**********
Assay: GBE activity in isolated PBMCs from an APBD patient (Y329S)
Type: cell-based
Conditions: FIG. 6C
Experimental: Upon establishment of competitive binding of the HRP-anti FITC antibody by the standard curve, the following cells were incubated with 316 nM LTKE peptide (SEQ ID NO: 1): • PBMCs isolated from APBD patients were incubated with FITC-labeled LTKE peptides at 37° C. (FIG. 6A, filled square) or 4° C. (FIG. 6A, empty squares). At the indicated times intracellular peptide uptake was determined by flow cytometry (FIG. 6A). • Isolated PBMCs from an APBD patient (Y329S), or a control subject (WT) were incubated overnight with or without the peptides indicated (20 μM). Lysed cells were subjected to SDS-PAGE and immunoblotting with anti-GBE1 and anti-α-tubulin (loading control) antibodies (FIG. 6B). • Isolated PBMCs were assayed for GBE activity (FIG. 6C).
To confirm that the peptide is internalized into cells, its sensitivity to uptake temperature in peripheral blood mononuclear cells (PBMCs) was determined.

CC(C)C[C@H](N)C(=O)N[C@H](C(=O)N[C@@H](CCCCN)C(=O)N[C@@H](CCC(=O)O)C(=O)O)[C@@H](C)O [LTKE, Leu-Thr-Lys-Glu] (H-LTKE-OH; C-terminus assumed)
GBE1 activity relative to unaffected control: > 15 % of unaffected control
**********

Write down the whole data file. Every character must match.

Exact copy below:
Assay: GBE activity in isolated PBMCs from an APBD patient (Y329S)
Type: cell-based
Conditions: FIG. 6C
Experimental: Upon establishment of competitive binding of the HRP-anti FITC antibody by the standard curve, the following cells were incubated with 316 nM LTKE peptide (SEQ ID NO: 1): • PBMCs isolated from APBD patients were incubated with FITC-labeled LTKE peptides at 37° C. (FIG. 6A, filled square) or 4° C. (FIG. 6A, empty squares). At the indicated times intracellular peptide uptake was determined by flow cytometry (FIG. 6A). • Isolated PBMCs from an APBD patient (Y329S), or a control subject (WT) were incubated overnight with or without the peptides indicated (20 μM). Lysed cells were subjected to SDS-PAGE and immunoblotting with anti-GBE1 and anti-α-tubulin (loading control) antibodies (FIG. 6B). • Isolated PBMCs were assayed for GBE activity (FIG. 6C).
To confirm that the peptide is internalized into cells, its sensitivity to uptake temperature in peripheral blood mononuclear cells (PBMCs) was determined.

CC(C)C[C@H](N)C(=O)N[C@H](C(=O)N[C@@H](CCCCN)C(=O)N[C@@H](CCC(=O)O)C(=O)O)[C@@H](C)O [LTKE, Leu-Thr-Lys-Glu] (H-LTKE-OH; C-terminus assumed)
GBE1 activity relative to unaffected control: > 15 % of unaffected control